Friday, April 30, 2010

Singing Telegram

I made it a point to come in contact with cartoonists whenever I had the opportunity. In 1972 I wrote to Johnny Hart and told him how much I enjoyed his B.C. strip, in particular the lunatic one that ran the previous week about the glass rooster. A short time later a very large envelope arrived in the mail with this original:

The original is 250% of printed size, with no white-out.

Anyone not around in the era of '72 may not realize that the recording of MacArthur Park was playing all over the radio incessantly, and was a huge hit for Richard Harris (Dumbledore for some of you, King Arthur for others). Harris had parleyed his success from the Camelot musical film into a mildly successful fame as a tough yet sensitive singer.

The joke punchline in the BC strip was funny at the time because "MacArthur Park is an unusually complex song for pop music. The song was first recorded by Harris on his album A Tramp Shining, in 1968 and was released as a single. It was an unusual single, running for more than seven minutes, with a long, climactic orchestral break."

So anyway, that's the basis of the joke. Well . . . you kinda had to be there.


M. D. Jackson said...

Yeah, MacArthur Park is a weird piece of pop music history. You had to be there. People who weren't around then just kind of scratch their heads and look at you funny when you bring it up.

Thomas Haller Buchanan said...

It's getting harder and harder to find people who have shared similar experiences of my earlier life.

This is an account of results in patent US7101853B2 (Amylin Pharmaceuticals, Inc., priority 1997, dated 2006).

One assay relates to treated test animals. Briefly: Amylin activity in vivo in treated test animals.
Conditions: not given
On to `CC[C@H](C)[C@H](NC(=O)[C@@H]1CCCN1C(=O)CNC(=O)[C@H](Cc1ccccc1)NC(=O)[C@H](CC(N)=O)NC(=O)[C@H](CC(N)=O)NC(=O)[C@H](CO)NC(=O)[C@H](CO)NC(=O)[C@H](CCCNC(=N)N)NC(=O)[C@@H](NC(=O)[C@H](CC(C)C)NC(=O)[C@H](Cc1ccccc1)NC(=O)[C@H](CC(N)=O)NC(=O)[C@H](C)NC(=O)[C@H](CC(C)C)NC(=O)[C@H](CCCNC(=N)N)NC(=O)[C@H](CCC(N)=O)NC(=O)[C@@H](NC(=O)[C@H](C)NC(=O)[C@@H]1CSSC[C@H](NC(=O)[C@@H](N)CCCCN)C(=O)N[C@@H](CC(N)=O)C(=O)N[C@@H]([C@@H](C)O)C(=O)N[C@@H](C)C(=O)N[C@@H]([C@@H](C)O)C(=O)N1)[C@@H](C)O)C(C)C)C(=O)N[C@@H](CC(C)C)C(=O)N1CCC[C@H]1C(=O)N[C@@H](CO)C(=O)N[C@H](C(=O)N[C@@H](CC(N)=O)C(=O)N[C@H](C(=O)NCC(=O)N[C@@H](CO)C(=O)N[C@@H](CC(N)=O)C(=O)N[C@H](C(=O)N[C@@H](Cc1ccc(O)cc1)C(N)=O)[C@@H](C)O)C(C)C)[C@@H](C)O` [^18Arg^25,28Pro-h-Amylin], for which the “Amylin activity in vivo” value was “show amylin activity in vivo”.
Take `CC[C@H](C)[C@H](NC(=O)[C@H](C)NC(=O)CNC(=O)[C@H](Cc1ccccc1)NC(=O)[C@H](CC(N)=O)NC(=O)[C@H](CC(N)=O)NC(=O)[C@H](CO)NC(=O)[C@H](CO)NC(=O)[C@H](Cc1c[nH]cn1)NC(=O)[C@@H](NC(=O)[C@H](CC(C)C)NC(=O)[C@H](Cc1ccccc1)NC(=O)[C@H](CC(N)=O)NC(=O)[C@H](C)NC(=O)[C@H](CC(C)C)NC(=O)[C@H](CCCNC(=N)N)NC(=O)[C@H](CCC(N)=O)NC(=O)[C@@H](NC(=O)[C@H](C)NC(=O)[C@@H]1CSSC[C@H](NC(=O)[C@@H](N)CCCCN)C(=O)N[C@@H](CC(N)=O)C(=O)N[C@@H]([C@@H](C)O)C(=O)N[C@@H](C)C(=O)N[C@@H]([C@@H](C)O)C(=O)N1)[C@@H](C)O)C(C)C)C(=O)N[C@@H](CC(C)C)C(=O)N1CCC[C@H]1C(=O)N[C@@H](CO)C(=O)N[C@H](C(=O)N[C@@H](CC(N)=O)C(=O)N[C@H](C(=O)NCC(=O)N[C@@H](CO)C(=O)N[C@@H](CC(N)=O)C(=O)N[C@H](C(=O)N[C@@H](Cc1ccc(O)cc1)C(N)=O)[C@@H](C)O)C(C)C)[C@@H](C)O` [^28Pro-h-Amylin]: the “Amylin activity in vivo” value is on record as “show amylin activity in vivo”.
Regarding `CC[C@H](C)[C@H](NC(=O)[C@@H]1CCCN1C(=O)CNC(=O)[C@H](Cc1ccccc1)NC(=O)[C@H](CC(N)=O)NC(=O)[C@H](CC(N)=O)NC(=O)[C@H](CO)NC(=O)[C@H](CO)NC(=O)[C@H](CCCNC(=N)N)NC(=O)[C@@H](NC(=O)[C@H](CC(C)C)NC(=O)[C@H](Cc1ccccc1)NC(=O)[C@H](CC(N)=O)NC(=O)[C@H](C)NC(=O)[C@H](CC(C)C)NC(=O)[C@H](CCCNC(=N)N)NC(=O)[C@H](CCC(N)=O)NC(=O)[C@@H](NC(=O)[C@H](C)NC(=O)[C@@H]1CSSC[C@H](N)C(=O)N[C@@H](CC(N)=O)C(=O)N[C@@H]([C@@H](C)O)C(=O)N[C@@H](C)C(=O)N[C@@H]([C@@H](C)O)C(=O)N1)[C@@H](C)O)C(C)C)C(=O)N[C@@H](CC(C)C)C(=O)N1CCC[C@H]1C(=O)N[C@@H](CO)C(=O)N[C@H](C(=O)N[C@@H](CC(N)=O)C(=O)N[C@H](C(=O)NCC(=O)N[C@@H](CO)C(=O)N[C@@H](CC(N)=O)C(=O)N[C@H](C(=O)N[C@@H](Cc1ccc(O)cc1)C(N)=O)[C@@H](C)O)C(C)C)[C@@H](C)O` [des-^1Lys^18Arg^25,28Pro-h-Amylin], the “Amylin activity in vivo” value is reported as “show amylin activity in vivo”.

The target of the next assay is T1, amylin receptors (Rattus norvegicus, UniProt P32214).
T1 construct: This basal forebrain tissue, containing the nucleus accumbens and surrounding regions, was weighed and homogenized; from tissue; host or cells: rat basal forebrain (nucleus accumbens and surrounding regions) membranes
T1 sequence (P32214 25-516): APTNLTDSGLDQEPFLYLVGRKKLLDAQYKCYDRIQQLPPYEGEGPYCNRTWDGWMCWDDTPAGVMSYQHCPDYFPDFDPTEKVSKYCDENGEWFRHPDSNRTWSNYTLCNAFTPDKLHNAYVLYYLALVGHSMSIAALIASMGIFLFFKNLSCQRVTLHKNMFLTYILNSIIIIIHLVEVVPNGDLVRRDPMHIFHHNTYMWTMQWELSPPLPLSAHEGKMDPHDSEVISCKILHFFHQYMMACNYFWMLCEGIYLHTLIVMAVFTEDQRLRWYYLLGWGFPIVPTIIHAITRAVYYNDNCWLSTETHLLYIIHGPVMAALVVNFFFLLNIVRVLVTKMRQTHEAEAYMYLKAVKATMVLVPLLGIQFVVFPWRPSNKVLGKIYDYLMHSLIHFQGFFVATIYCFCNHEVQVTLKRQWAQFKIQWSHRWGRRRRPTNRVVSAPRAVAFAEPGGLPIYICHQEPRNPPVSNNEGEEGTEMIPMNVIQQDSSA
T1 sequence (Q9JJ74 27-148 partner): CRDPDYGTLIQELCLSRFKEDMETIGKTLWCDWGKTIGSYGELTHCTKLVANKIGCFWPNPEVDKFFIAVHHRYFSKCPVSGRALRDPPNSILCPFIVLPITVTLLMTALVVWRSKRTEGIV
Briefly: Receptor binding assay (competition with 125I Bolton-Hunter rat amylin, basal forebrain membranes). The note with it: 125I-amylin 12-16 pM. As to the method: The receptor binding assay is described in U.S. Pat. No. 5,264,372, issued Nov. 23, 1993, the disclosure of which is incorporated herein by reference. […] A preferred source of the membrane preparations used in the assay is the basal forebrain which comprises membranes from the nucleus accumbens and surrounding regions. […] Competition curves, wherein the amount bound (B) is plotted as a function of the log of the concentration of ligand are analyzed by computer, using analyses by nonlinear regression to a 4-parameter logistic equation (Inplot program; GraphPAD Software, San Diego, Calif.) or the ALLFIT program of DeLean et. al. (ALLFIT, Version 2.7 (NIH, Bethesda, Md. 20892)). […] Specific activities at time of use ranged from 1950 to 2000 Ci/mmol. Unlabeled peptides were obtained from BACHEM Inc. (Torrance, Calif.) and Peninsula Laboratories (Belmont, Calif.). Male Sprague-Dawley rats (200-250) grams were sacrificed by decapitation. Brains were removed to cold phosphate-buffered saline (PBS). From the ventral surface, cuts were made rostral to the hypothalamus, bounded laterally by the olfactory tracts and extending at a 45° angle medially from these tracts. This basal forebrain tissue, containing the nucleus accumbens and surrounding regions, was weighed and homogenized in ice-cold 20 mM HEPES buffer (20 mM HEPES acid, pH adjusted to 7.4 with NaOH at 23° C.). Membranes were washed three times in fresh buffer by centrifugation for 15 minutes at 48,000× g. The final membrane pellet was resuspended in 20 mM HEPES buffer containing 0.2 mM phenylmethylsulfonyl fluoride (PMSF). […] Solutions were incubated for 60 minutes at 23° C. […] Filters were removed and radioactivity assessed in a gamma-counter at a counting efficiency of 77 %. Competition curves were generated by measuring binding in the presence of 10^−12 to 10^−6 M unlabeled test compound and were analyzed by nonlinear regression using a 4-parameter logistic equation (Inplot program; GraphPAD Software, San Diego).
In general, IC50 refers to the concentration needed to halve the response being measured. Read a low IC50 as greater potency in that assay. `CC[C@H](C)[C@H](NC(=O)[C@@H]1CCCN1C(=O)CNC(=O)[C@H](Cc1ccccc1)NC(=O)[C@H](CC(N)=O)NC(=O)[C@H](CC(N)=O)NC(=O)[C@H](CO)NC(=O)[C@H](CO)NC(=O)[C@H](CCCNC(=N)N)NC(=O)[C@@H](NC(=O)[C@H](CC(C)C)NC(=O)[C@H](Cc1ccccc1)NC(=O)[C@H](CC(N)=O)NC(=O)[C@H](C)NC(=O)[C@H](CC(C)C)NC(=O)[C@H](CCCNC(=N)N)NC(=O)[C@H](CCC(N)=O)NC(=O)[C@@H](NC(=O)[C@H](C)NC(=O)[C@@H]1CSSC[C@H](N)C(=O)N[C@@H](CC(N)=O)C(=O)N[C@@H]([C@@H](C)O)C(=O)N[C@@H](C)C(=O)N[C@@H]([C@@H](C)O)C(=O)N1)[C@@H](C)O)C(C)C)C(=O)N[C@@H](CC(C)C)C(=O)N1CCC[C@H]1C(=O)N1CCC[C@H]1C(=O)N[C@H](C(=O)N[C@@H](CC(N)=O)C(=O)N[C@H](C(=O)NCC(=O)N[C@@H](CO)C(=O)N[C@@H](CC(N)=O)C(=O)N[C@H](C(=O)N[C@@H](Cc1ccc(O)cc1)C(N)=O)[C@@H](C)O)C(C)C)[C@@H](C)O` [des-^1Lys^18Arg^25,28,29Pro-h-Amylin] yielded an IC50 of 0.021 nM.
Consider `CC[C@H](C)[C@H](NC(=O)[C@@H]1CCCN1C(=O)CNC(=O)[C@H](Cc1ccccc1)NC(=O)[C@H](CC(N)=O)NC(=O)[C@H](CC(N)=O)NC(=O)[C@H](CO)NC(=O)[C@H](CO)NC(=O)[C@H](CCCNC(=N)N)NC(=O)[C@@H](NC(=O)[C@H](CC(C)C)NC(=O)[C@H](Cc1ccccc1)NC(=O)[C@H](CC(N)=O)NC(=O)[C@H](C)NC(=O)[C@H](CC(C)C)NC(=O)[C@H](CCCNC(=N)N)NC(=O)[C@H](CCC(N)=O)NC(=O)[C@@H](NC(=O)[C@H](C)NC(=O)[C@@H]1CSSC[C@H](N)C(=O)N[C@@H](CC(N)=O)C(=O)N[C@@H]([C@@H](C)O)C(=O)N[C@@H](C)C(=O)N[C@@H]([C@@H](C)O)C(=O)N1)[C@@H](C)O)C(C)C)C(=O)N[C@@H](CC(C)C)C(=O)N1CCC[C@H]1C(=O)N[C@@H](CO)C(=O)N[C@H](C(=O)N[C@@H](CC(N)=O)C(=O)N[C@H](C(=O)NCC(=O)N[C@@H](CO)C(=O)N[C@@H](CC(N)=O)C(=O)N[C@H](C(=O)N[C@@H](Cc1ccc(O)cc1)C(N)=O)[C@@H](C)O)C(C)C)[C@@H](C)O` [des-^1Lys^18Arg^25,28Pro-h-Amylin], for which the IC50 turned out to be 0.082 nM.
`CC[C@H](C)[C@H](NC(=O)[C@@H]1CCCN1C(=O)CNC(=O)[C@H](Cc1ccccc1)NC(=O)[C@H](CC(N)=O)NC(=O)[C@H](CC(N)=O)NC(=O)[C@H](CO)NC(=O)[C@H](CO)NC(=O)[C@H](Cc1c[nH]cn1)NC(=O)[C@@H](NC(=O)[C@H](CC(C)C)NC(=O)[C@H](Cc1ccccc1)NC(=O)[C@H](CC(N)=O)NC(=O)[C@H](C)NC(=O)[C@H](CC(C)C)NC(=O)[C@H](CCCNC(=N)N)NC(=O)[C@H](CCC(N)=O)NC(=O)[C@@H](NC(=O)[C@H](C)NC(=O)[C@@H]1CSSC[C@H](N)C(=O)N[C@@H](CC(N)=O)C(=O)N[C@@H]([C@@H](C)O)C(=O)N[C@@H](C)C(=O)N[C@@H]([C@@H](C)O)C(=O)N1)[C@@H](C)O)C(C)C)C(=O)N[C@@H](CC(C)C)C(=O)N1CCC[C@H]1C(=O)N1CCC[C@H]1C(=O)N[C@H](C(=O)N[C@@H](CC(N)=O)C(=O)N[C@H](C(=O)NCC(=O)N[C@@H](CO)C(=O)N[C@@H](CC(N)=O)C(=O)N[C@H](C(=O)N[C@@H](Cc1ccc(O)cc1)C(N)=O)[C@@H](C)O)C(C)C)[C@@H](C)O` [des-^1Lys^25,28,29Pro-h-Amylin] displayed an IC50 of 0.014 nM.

I enjoy reading those fiction pieces of people who are immortal, and how they deal with the heartbreak of the coming and going of cultures and the people they care for. I AM a different person than I was in 1972, having already left a lot of people behind in the stream of time. Being an immortal in a world of mortals would be quite a trip, to say the least. If you weren't careful, there could be a lot scratched heads as you talk to people. Oh well, I do digress and only a problem in fiction.

Daniel [] said...

DJs used to play “MacArthur Park” when they wanted to go to the bathroom or dash out for a cup of coffee.

Thomas Haller Buchanan said...

And enough time for a smoke as well.

Steve Scott said...

I saw Harris debut the song on an episode of "The Mike Douglas Show" in 1968. I was a huge fan of the composer Jimmy Webb and followed everything he did. The song was a big hit in '68, but I'm not aware of any resurgence in the song's popularity in '72. Donna Summer covered it in '78 and it was once again a hit.

Hart's mention of the song can probably been viewed in a wider context, as "MacArthur Park" became a standard joke for any overly-long, pretentious piece of Pop music.

Thomas Haller Buchanan said...

You're right about the wider context and that '68 was its biggest year, but by '72 it had become a radio playlist standard, at least from my personal experience. I remember specifically in '72, cuz I was in the army, traveling in several states, and my only form of entertainment was the radio and I switched stations a lot. MacArthur Park played every couple of hours, along with 'Bridge Over Troubled Waters', 'Nights in White Satin', and others that had been out for a long time. Like I say, by then it was a standard, and then gradually died away before Donna Summer gave it new life.

Jack R said...

I remember when it came out and if I recall correctly, the 45release was a bit unusual because of the length of the song. Typically they didn't go past three minutes or so.